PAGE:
Form G-1450, Authorization for Credit Card Transactions, is used by individuals to pay their U.S. Citizenship and Immigration Services (USCIS) fees with a credit card. This form simplifies the payment process for various immigration applications by allowing applicants to provide their credit card information directly to USCIS. By using Form G-1450, applicants can avoid the hassle of writing checks or money orders, making the submission process more convenient and efficient.

Form G-1145

Form G-1145, also known as the E-Notification of Application/Petition Acceptance, is a simple form that allows you to receive electronic notifications from USCIS. When you submit certain applications or petitions, you can use this form to request email or text message updates about the status of your submission. This can be incredibly helpful for staying informed and keeping track of your immigration process without having to wait for paper notices in the mail. By providing your email address or phone number, USCIS will send you timely updates, ensuring you are aware of any important developments or next steps.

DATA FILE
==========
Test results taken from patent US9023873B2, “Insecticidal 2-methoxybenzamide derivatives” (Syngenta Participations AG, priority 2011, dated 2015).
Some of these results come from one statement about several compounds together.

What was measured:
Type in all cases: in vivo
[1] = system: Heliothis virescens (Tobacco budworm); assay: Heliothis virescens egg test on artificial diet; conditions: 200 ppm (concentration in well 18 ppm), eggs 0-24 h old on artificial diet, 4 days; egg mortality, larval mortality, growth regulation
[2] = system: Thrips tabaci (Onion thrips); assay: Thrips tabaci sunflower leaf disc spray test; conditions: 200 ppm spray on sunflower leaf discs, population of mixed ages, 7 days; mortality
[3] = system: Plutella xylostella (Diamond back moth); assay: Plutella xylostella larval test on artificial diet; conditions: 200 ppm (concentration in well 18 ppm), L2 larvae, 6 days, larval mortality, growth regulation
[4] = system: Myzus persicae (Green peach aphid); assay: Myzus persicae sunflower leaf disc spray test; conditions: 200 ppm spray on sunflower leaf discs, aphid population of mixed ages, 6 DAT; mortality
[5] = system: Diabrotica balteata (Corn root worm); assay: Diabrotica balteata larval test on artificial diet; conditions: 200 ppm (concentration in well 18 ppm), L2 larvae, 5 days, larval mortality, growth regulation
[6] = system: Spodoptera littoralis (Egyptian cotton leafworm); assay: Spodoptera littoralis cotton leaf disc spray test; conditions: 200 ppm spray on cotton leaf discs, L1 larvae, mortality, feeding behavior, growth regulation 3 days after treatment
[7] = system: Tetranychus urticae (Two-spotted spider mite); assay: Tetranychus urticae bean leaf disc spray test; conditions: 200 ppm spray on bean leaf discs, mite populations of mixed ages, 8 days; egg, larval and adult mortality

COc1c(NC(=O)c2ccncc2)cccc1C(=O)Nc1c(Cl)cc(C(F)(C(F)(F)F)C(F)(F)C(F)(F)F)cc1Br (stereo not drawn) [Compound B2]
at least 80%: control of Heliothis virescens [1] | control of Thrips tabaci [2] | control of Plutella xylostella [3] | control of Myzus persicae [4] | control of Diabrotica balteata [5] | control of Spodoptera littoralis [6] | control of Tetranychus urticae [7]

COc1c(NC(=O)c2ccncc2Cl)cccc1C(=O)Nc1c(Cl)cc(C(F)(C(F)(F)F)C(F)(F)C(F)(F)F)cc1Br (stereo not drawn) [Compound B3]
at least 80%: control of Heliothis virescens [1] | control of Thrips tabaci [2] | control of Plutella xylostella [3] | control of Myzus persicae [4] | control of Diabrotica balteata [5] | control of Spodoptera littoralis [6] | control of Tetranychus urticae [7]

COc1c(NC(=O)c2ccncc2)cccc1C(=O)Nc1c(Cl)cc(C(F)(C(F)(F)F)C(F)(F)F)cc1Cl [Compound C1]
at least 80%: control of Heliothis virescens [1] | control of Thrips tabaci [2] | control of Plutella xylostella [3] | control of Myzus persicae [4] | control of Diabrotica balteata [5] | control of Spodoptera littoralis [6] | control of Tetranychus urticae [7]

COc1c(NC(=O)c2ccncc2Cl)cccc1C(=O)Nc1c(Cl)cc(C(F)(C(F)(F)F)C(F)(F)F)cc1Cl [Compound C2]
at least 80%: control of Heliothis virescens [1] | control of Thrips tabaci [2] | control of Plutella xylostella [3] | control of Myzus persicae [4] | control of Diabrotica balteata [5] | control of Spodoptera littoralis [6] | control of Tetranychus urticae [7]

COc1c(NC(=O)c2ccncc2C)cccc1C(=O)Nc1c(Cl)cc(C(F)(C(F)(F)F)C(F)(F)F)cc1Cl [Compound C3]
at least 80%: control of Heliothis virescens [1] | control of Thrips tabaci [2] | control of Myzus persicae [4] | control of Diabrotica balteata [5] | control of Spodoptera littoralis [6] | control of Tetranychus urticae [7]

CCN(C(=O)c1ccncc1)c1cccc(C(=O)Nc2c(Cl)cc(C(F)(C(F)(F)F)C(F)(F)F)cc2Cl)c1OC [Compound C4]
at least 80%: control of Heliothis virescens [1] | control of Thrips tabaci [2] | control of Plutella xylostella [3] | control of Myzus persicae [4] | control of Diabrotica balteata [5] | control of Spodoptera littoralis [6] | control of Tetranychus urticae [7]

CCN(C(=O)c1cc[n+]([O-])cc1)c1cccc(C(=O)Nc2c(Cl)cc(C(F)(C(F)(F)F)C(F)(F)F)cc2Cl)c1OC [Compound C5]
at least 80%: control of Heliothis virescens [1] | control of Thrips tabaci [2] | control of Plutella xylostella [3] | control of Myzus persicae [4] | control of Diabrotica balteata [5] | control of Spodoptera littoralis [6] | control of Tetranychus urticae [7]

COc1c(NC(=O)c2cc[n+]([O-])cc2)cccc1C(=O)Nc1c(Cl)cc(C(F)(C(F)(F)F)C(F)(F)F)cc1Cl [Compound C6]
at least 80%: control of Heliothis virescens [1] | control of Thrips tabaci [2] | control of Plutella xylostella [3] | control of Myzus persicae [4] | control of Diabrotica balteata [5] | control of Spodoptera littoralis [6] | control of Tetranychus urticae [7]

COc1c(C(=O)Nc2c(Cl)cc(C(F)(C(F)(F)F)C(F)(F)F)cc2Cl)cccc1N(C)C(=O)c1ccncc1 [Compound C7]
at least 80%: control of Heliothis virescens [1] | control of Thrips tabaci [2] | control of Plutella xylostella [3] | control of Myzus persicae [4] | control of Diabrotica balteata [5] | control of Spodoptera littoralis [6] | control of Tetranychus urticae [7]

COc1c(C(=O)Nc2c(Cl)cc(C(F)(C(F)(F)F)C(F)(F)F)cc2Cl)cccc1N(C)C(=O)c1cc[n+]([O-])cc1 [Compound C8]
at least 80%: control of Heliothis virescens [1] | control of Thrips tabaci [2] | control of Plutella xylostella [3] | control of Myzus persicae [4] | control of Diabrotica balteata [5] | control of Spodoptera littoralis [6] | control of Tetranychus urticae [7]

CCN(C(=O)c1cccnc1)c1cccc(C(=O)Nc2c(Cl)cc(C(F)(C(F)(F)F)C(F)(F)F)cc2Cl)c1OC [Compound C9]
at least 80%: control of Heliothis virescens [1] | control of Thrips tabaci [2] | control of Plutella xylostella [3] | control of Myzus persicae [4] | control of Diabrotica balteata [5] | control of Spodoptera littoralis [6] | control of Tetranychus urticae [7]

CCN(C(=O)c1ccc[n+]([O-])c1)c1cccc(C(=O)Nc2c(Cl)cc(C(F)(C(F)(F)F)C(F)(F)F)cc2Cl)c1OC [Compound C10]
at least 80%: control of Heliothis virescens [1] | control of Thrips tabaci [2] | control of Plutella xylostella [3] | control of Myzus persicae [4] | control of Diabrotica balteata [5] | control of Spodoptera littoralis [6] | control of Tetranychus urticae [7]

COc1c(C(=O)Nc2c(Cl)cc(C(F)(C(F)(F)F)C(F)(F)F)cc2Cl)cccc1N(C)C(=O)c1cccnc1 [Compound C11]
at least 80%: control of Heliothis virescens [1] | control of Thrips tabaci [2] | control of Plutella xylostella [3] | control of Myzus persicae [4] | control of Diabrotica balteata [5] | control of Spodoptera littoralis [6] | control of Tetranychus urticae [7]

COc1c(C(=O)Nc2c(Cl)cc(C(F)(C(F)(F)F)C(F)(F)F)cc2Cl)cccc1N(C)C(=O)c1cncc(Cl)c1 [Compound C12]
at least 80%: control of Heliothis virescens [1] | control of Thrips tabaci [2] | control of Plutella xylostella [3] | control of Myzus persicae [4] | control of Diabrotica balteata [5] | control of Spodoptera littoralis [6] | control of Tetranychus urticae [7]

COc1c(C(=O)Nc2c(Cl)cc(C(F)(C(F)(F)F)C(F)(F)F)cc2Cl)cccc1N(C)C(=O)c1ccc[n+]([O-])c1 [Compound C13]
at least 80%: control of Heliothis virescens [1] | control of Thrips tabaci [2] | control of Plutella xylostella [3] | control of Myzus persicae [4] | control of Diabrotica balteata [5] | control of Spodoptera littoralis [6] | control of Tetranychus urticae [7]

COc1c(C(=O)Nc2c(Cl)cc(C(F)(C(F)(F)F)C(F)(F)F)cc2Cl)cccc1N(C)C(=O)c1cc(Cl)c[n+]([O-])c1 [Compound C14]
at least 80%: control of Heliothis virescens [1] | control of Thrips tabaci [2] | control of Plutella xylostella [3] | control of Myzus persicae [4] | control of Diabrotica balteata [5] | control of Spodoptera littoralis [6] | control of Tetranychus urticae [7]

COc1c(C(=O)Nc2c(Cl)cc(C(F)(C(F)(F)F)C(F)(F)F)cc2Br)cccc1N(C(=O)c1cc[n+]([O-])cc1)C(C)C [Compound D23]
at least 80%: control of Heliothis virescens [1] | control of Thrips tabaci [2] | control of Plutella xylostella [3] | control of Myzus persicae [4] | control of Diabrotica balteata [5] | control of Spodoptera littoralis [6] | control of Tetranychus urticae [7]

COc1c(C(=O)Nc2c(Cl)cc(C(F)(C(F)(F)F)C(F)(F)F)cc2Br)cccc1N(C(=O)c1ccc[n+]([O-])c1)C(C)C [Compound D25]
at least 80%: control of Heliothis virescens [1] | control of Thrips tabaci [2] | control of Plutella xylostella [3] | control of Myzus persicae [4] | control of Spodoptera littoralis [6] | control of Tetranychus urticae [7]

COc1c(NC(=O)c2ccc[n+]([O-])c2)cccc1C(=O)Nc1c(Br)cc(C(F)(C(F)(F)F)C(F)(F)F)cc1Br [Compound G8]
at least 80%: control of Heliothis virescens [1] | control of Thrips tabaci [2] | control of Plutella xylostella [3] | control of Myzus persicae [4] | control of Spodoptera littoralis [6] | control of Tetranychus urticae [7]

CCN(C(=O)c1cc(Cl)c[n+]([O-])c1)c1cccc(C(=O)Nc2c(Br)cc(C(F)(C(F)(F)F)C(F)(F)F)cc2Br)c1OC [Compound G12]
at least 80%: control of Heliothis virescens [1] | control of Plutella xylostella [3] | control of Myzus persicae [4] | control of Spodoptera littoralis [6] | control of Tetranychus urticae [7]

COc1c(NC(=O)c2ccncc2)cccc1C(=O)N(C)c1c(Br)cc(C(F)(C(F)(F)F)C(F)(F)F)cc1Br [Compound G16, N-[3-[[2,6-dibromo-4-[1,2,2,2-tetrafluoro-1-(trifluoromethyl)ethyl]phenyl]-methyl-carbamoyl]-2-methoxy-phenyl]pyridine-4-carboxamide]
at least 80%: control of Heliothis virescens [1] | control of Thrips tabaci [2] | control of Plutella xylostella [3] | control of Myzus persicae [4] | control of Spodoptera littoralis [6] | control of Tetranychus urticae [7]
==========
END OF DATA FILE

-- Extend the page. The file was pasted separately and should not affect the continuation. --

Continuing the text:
Form AR-11

Form AR-11, also known as the Alien’s Change of Address Card, is a simple yet crucial form that all non-U.S. citizens residing in the United States need to fill out when they change their address. This form ensures that U.S. Citizenship and Immigration Services (USCIS) has up-to-date contact information for you, which is important for receiving official notices and maintaining your immigration status. By submitting Form AR-11, you comply with the legal requirement to notify USCIS of your new address within ten days of moving, helping to avoid any potential issues with your immigration status.

Form N-648

Form N-648, Medical Certification for Disability Exceptions, is used by applicants for U.S. citizenship who seek an exemption from the English and civics requirements of the naturalization process due to a physical or developmental disability or mental impairment. This form must be completed by a licensed medical professional, such as a doctor or clinical psychologist, who can certify the applicant's disability and its impact on their ability to learn or demonstrate the required knowledge for naturalization. The goal of Form N-648 is to ensure that eligible individuals with disabilities are not unfairly disadvantaged in their pursuit of U.S. citizenship.

Form N-600K